3. T.F. Torrance's Position: In his Templeton Prize Lecture for Advancement in Science and Theology (Address of the Sixth Presentation of the Templeton Foundation Prize for Progress in Religion, 1978), my Professor from Edinburgh University, Tom F. Torrance, provided the following definition of the Anthropic Principle: "This vast universe is the kind of universe it is because it is necessary for the existence of man. Somehow, man and the universe are profoundly bracketed together. Many years ago, when Einstein first formulated the general theory of relativity, Hermann Weyl pointed out that... light occupies a unique metaphysical place in the universe. But now, even from the way that astrophysical science is developing, it appears that man occupies a unique metaphysical place in the universe." The Anthropic Principle, then, has to do with the interconnection of man and the universe, and especially with man's distinctive position in it.
4. The Theological Viewpoint: Approaching this theme in a theological way, this contemporary scientific and philosophical perspective does not contradict orthodox theology, and is actually embedded in its very bowels. The universe, in spite of being so vast, magnificent and incomprehensible, actually has a human face. The human being, as the key to the universe, is a principle that the Fathers of the Church had already explained from a theological perspective and on theological premises. Following the clues I was given by my professor in Scotland, under whom I started my doctoral research, when discussions on the Anthropic Principle were new and fresh, I have worked out my own perceptions on it: Since then, as I pursued my own research and studies in Patristics (the Theology of the Fathers), and I realized that this principle was always central to Patristic Theology.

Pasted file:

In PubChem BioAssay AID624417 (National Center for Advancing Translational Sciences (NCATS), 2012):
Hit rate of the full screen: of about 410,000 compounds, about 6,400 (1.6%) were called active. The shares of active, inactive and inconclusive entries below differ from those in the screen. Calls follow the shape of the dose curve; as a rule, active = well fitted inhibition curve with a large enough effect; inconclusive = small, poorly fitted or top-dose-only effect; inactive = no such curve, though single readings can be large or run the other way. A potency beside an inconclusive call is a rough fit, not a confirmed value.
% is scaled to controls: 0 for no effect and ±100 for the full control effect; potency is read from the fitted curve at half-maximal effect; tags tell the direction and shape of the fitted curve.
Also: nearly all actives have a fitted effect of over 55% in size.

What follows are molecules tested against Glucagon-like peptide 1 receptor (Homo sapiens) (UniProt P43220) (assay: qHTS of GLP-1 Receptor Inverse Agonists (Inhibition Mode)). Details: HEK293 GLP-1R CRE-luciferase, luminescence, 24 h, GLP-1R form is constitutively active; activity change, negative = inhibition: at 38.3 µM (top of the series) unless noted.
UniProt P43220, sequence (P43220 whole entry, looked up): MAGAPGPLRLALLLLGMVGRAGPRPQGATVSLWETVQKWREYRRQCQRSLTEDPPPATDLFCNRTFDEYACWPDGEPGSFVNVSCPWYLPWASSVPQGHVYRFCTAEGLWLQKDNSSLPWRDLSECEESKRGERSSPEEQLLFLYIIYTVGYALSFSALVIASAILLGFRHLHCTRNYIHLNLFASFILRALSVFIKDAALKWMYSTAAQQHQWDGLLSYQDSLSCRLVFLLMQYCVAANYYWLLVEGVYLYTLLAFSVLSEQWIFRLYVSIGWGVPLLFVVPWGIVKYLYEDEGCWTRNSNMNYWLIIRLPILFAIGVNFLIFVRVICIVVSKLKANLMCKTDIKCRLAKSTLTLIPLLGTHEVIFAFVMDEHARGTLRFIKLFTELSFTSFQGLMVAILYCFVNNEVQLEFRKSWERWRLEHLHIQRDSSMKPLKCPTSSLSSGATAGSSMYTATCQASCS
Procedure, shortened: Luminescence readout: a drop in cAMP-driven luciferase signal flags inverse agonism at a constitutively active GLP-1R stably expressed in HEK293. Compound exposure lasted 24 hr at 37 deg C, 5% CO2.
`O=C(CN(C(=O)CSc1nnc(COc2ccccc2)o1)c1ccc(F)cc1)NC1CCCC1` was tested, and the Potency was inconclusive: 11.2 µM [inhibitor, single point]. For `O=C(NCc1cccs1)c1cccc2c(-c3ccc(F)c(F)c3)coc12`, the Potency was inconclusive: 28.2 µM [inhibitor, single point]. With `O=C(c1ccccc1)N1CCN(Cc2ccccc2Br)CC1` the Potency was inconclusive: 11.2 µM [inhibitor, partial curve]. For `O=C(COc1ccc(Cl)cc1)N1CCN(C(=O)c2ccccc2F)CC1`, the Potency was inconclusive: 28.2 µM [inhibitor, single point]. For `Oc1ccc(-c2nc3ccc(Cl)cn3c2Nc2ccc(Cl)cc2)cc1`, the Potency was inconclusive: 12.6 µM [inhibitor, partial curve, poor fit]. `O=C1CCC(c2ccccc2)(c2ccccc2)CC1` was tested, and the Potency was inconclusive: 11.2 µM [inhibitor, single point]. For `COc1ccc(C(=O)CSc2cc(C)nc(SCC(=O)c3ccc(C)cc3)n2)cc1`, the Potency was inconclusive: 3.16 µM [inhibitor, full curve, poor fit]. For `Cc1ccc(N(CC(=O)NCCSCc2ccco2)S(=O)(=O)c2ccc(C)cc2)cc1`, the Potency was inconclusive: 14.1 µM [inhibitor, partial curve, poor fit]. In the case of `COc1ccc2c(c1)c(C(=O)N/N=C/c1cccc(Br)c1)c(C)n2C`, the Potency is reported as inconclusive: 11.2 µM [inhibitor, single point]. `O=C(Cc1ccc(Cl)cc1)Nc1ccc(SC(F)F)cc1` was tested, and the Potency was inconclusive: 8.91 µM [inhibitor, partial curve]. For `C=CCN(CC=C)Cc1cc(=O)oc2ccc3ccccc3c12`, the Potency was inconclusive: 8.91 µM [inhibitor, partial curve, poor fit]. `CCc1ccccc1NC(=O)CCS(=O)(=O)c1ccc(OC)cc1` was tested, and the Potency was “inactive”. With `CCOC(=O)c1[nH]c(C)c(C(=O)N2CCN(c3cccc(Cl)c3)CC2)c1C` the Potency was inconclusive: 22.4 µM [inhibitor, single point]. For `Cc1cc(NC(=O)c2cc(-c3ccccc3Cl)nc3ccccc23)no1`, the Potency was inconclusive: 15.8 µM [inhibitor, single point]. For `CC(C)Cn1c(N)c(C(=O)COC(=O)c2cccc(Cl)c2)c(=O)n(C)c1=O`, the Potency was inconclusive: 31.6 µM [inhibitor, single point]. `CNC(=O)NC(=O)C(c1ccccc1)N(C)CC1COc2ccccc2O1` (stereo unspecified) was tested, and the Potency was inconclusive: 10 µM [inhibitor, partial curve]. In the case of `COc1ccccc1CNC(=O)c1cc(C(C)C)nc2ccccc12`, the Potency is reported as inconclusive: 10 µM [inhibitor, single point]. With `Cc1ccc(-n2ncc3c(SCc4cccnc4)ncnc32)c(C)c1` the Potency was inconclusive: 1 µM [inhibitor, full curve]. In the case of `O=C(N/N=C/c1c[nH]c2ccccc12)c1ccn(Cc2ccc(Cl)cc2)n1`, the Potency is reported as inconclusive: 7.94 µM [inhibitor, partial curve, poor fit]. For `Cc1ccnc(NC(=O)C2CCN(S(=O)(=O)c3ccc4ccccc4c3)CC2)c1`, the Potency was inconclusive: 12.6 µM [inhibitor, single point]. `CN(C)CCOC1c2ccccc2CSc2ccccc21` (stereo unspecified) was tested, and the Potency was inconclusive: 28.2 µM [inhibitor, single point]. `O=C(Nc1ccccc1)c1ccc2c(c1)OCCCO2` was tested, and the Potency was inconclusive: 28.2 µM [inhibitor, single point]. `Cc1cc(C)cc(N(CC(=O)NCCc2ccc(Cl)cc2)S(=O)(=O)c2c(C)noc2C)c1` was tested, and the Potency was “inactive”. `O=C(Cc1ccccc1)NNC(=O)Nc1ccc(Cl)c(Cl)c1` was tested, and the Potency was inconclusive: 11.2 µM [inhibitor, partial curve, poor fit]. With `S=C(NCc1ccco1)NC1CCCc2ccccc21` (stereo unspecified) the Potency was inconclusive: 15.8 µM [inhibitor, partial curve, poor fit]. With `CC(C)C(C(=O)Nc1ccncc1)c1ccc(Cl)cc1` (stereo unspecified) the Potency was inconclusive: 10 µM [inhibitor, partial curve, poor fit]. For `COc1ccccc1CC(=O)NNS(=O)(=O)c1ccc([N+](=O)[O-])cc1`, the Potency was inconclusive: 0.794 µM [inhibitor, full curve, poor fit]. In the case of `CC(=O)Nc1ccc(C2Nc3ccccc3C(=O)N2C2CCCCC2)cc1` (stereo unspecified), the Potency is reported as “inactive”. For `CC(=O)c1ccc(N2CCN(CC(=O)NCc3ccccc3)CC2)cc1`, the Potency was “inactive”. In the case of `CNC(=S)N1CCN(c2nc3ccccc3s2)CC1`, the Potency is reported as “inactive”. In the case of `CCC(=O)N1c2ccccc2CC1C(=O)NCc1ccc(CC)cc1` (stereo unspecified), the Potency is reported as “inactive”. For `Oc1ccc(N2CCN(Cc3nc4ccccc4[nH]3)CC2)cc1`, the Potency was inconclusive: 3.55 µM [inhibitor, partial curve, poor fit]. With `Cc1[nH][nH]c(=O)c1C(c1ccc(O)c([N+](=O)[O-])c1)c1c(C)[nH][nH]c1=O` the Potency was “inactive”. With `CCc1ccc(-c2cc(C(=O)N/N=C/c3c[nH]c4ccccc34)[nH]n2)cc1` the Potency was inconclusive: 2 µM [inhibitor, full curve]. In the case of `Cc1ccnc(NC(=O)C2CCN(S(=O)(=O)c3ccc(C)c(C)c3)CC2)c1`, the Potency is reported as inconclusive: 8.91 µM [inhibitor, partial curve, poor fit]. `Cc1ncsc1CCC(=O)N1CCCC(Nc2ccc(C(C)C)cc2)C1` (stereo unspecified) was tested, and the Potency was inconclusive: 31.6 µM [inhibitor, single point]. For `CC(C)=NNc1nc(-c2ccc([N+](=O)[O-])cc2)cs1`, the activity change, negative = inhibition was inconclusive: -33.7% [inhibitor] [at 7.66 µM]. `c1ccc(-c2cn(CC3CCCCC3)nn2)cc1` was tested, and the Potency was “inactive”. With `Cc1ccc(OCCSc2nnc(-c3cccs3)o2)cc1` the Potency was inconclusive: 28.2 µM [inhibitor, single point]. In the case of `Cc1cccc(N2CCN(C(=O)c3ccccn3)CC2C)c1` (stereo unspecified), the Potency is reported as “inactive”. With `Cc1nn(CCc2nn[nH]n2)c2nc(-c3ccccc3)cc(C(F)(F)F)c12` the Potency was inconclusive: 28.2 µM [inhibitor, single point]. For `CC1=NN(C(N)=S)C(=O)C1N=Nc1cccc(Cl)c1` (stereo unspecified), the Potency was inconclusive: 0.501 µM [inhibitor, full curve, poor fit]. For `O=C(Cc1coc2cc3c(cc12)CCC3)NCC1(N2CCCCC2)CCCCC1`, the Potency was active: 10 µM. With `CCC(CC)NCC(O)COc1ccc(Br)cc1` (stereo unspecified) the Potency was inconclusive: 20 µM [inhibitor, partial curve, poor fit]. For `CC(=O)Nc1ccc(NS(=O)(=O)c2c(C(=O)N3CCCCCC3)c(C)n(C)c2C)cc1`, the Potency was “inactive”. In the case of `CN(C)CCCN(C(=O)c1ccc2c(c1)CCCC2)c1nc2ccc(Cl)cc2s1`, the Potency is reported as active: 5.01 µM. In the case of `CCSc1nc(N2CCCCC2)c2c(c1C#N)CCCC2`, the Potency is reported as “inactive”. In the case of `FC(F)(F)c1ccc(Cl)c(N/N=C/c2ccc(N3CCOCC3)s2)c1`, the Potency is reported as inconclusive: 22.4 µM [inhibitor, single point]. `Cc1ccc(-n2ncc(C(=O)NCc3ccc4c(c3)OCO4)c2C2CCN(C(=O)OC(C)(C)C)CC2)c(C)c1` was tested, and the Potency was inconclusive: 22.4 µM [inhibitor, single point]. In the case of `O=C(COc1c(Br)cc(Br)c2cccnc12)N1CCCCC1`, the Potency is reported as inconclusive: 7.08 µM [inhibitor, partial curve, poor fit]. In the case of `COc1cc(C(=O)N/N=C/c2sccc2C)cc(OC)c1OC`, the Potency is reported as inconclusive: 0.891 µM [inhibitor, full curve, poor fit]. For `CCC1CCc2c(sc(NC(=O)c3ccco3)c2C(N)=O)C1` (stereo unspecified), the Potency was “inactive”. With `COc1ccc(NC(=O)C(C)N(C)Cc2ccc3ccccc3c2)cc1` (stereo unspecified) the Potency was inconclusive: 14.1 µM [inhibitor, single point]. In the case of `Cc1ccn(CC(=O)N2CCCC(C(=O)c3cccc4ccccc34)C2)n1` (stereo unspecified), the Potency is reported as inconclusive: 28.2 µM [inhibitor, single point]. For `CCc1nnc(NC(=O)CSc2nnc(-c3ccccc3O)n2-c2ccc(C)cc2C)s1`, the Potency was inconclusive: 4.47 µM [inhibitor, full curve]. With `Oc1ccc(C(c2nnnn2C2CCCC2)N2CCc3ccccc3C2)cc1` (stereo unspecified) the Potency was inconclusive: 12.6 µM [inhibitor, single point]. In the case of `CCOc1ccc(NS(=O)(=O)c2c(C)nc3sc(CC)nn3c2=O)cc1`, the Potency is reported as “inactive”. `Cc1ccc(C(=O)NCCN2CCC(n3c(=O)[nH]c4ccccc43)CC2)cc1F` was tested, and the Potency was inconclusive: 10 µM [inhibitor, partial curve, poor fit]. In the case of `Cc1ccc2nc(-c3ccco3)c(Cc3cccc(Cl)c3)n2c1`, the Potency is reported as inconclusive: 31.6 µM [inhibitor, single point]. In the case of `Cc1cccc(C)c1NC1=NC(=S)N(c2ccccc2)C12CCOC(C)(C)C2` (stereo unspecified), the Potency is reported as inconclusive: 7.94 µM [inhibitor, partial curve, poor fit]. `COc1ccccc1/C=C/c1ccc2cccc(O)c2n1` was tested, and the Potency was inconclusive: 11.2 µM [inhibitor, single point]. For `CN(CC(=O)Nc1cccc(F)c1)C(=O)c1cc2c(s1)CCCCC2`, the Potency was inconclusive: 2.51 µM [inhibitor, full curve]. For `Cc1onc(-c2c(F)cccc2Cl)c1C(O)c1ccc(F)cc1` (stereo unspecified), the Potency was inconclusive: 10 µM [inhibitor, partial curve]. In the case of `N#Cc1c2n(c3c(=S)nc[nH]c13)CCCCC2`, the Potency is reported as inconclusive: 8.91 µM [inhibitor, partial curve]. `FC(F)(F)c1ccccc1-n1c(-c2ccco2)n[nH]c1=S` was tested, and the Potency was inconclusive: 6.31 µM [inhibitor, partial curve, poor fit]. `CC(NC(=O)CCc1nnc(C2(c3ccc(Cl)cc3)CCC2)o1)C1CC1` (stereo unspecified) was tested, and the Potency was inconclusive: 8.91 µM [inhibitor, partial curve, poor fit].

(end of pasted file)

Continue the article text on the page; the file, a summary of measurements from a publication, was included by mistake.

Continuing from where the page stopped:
5. Man's Relation to the Universe: Man is the highest being in the universe, the pinnacle of creation. This Biblical and Patristic view is now affirmed both by modern science, and also by our own present experience and perception. There have been all kinds of speculation concerning the possibility that there are other life forms higher more advanced than human in the universe. But no one has proven it. The highest life form that we know is the human one, and that is because of human intelligence.
The intelligence of the universe is actually related to the intelligence of the human being. The mind of creation is the human mind. Of course, one might respond to this by saying that it sounds quite egotistical; or that it is a rather arrogant claim that man, a small entity in the vast scheme of the universe, is the key to it.
This would have been right, but for the Incarnation. The fact that God, Who created the universe, not only created man in His image, but actually became a human being Himself by taking to Himself the human form of being (i.e., human nature) is the proof. If God Himself has become a human being, then the human being has not only been confirmed as the highest life form in the universe, but has also been upgraded. He has certainly been confirmed as the key to the universe, because the Creator Who is this Key has become a man.